BYOD is short for bring your own device.
In the consumerization of IT, BYOD, or bring your own device, is a phrase that has become widely adopted to refer to employees who bring their own computing devices – such as smartphones, laptops and tablets – to the workplace for use and connectivity on the secure corporate network.
Today, employees expect to use personal smartphones and mobile devices at work, making BYOD security a concern for IT teams. Many corporations that allow employees to use their own mobile devices at work implement a BYOD security policy that clearly outlines the company’s position and governance policy to help IT better manage these devices and ensure network security is not compromised by employees using their own devices at work.
BYOD security can be addressed by having IT provide detailed security requirements for each type of personal device that is used in the workplace and connected to the corporate network. For example, IT may require devices to be configured with passwords, prohibit specific types of applications from being installed on the device or require all data on the device to be encrypted. Other BYOD security policy initiatives may include limiting activities that employees are allowed to perform on these devices at work (e.g. email usage is limited to corporate email accounts only) and periodic IT audits to ensure the device is in compliance with the company’s BYOD security policy.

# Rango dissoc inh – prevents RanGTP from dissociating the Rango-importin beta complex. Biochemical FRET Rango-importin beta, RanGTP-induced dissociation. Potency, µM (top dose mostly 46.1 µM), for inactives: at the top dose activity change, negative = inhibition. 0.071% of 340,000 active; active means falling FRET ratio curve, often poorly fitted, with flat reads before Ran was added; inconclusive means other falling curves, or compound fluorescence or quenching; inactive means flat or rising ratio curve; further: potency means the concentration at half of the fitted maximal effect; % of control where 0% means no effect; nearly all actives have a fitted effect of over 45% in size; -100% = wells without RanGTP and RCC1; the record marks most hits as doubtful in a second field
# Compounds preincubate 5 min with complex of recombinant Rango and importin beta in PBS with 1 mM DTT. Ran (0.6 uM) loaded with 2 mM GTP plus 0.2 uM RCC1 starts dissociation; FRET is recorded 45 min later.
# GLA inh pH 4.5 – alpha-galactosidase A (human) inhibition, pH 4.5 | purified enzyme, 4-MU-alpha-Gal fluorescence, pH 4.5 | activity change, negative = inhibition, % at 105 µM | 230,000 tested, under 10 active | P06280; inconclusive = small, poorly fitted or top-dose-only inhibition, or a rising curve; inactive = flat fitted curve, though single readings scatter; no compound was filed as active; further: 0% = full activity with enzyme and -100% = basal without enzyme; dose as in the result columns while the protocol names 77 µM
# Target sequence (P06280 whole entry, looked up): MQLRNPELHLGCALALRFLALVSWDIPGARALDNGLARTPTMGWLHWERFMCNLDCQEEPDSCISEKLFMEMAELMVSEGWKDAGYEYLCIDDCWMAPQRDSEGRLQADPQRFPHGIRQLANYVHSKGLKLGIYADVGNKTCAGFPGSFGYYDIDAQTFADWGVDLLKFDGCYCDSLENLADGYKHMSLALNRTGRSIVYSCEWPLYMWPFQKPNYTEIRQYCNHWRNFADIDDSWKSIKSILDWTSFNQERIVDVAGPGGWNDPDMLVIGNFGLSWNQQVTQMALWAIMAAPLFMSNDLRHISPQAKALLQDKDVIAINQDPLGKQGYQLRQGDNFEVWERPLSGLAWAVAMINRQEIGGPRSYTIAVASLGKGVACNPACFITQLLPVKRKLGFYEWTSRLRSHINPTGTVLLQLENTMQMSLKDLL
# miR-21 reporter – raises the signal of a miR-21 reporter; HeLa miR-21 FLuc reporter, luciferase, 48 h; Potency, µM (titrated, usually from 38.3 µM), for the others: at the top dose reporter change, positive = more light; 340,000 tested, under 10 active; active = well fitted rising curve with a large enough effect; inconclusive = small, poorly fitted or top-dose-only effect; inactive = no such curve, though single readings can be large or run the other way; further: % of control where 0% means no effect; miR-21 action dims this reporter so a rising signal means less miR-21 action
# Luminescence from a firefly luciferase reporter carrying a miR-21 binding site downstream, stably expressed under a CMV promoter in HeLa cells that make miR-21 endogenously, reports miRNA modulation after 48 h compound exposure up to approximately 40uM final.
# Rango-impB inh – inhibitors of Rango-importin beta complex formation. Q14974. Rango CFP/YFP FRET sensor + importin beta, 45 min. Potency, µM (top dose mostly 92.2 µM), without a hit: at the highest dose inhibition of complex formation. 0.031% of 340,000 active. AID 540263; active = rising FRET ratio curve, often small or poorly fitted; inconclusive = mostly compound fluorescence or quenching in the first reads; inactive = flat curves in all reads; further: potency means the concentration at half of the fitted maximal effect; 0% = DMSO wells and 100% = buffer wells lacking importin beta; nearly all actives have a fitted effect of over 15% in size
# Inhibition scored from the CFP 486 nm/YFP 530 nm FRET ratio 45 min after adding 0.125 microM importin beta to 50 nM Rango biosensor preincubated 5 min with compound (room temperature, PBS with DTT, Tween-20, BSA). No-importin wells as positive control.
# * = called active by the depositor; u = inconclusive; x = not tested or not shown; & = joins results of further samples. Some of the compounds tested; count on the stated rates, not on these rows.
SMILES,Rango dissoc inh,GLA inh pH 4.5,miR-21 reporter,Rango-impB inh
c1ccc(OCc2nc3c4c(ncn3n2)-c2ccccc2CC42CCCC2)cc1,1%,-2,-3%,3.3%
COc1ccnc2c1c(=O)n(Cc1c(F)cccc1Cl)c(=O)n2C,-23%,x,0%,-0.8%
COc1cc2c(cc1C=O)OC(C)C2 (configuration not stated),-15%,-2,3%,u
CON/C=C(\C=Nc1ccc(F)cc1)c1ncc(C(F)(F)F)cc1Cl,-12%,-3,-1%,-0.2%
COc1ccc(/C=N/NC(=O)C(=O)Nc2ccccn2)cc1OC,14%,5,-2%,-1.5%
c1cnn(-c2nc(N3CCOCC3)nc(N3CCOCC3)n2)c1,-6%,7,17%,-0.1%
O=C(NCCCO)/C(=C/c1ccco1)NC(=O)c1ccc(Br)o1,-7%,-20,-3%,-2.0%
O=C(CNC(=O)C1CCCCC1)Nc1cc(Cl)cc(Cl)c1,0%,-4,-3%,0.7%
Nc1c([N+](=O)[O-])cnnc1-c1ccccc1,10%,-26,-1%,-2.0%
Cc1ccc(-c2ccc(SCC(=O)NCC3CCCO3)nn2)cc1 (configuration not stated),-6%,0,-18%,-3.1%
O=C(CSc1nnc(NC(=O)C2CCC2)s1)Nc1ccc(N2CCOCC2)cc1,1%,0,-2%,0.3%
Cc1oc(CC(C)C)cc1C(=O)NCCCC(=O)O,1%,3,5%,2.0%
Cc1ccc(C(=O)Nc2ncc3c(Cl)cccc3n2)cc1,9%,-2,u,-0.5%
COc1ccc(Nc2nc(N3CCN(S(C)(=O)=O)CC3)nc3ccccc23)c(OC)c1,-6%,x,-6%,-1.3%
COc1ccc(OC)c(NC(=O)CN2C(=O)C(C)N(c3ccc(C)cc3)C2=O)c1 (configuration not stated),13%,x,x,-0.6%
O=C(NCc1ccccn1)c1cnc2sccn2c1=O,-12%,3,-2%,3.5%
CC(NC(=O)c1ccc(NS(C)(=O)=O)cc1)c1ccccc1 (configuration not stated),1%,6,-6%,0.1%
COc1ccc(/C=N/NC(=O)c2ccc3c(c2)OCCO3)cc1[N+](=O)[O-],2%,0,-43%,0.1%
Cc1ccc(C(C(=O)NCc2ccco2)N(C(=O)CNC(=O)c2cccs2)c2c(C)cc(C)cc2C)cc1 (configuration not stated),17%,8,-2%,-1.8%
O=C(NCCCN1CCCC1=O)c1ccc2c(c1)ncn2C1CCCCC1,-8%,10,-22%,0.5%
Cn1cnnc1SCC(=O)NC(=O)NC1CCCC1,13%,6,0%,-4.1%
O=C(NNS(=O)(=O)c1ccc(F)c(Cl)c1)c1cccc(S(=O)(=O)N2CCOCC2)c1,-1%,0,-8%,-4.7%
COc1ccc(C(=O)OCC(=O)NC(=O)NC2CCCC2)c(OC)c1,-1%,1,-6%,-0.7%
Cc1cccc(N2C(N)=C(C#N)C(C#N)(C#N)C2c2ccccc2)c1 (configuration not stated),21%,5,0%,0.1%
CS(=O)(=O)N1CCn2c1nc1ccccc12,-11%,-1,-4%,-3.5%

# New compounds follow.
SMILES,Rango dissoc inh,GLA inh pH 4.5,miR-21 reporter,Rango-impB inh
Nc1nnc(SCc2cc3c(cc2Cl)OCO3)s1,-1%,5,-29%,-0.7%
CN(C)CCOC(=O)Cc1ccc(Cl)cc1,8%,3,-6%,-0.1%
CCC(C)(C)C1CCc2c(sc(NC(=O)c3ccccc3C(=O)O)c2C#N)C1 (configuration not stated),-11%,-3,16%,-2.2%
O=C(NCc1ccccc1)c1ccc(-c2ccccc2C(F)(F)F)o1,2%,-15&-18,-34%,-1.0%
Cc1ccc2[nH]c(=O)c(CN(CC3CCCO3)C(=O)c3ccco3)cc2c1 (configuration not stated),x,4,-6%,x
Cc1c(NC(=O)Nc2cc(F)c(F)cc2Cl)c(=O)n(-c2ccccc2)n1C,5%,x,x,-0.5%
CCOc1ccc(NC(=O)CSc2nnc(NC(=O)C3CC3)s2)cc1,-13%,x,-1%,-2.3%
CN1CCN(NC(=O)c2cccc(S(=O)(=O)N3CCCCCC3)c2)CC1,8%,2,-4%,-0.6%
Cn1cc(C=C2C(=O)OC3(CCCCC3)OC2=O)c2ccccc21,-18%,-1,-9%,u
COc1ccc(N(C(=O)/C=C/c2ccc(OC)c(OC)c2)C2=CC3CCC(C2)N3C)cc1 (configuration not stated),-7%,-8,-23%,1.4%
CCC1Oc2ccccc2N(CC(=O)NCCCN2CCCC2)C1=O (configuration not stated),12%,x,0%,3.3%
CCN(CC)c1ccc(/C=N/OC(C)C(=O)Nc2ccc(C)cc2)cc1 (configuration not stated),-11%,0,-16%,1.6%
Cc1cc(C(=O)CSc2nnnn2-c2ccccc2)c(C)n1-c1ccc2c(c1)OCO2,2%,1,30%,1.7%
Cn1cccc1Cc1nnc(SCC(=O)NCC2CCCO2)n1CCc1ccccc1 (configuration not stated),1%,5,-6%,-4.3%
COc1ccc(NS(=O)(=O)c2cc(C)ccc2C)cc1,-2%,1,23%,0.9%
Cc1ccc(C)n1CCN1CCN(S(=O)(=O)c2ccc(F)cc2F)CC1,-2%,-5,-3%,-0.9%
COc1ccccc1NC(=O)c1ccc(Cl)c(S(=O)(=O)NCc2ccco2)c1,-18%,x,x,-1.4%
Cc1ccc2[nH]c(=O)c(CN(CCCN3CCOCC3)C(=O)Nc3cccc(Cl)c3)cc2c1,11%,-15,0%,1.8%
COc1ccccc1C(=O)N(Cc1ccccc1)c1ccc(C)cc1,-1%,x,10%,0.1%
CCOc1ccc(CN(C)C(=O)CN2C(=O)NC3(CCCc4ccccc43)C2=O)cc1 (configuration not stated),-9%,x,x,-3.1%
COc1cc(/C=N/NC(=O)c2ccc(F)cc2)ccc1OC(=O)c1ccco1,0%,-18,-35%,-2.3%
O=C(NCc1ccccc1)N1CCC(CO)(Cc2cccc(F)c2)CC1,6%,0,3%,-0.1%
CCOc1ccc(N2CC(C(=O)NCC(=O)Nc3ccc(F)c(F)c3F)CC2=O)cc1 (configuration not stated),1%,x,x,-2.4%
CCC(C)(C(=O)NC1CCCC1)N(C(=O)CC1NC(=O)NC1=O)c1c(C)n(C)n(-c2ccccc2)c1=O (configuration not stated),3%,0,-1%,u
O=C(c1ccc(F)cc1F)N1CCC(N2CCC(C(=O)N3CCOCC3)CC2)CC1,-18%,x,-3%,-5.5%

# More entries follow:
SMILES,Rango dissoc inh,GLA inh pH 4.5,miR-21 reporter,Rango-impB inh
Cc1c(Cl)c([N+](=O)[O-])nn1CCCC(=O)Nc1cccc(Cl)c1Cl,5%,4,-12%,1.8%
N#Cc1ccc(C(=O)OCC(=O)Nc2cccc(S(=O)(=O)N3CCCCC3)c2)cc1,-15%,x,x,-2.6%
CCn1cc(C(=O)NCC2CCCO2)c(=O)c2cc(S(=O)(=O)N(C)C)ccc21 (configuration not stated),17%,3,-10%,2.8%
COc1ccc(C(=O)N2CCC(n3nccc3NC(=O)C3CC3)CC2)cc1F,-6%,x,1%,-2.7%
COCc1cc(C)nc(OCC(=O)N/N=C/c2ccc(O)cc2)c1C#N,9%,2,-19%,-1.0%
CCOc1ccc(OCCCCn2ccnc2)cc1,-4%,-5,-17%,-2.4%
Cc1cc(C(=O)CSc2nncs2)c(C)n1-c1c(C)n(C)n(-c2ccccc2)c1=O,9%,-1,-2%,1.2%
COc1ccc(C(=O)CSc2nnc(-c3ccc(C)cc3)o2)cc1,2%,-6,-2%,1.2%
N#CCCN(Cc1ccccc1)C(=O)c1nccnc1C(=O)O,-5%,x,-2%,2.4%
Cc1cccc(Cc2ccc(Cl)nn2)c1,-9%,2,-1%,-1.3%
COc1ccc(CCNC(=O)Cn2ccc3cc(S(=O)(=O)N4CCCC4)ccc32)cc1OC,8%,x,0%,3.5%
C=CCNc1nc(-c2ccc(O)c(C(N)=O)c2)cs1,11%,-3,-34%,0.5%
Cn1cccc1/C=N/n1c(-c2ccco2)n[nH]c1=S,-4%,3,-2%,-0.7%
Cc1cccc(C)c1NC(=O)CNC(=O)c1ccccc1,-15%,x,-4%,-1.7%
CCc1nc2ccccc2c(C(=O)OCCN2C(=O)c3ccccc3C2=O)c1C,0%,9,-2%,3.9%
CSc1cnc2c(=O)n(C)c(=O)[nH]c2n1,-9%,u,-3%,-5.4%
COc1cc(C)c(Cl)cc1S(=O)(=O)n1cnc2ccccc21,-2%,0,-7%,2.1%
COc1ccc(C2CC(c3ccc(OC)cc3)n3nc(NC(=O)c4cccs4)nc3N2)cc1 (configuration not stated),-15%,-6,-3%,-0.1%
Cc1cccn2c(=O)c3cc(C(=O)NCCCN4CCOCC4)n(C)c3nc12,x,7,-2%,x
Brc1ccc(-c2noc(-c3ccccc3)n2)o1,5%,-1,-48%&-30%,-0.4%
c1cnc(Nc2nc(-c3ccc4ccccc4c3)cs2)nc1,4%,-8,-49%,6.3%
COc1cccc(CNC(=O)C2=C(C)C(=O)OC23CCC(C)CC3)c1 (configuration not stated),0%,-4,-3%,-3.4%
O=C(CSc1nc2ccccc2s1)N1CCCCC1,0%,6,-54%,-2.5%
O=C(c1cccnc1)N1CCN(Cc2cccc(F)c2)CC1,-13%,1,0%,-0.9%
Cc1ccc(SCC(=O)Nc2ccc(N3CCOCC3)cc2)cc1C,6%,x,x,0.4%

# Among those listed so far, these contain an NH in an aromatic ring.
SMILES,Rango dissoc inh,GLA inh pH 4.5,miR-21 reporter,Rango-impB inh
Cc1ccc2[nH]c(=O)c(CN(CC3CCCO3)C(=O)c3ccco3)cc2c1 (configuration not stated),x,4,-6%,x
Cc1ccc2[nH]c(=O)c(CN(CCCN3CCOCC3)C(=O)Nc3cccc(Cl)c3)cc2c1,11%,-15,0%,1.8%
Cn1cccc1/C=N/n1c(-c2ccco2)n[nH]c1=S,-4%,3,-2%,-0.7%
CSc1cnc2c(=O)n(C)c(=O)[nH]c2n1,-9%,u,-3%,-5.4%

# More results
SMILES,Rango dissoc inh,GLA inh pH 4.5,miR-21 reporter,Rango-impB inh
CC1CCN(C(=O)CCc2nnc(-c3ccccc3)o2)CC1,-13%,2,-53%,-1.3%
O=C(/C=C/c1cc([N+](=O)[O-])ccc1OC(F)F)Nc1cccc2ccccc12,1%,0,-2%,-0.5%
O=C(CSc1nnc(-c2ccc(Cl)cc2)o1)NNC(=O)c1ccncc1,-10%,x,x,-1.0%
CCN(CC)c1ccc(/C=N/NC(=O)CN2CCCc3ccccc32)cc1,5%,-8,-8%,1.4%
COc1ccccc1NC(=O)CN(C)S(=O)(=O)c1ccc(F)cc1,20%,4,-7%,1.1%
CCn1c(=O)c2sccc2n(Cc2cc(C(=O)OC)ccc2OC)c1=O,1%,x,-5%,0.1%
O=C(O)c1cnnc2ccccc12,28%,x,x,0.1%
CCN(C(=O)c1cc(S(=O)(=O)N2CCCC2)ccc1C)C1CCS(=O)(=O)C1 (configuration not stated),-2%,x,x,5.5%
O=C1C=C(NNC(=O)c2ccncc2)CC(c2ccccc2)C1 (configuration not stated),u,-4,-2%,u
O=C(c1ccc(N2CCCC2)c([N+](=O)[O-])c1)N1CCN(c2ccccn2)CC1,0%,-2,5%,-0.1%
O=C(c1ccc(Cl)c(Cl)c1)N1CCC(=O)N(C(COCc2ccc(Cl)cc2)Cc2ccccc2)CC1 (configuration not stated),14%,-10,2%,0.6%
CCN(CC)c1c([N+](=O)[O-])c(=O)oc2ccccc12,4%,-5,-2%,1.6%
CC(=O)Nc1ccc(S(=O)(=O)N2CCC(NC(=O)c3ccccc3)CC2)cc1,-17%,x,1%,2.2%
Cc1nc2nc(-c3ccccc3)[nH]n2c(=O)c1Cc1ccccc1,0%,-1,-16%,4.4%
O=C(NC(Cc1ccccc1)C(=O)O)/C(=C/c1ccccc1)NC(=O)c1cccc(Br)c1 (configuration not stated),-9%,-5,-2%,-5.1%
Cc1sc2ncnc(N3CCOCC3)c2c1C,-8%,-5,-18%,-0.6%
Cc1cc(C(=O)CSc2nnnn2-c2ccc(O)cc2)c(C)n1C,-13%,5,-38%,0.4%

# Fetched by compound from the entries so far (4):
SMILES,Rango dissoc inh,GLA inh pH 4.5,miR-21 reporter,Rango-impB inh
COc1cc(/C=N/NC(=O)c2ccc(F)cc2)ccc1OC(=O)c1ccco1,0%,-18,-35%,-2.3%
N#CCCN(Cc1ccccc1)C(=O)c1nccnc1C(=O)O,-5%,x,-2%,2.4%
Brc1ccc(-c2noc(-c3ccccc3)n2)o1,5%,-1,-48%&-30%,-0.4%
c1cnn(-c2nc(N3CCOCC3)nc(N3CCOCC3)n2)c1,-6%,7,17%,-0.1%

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Short for bi-directional frame, or bi-directional predictive frame, a video compression method used by the MPEG standard. In a motion sequence, individual frames of pictures are grouped together (called a group of pictures, or GOP) and played back so that the viewer registers the video��s spatial motion. As the name suggests, B-frames rely on the […]
Most often used in databases and file systems, B-trees are tree structures (a type of data structure) that are optimized for situations when all or part of the tree must be maintained on a secondary storage device such as an optical disk or tape. A B-tree is designed to minimize the number of disk accesses.
- Bezier Curve
Pronounced bez-ee-ay, Bézier curves are curved lines (splines) defined by mathematical formulas. Nearly all draw programs support Bézier curves. Named after the French mathematician Pierre Bézier, Bézier curves employ at least three points to define a curve. The two endpoints of the curve are called anchor points. The other points, which define the shape of […]
- Baby AT
The form factor used by most PC motherboards prior to 1998. The original motherboard for the PC-AT measured 12″x13″. Baby AT motherboards are a little smaller, 8.5″x13″ usually. The Baby AT is being replaced by the new ATX form factor.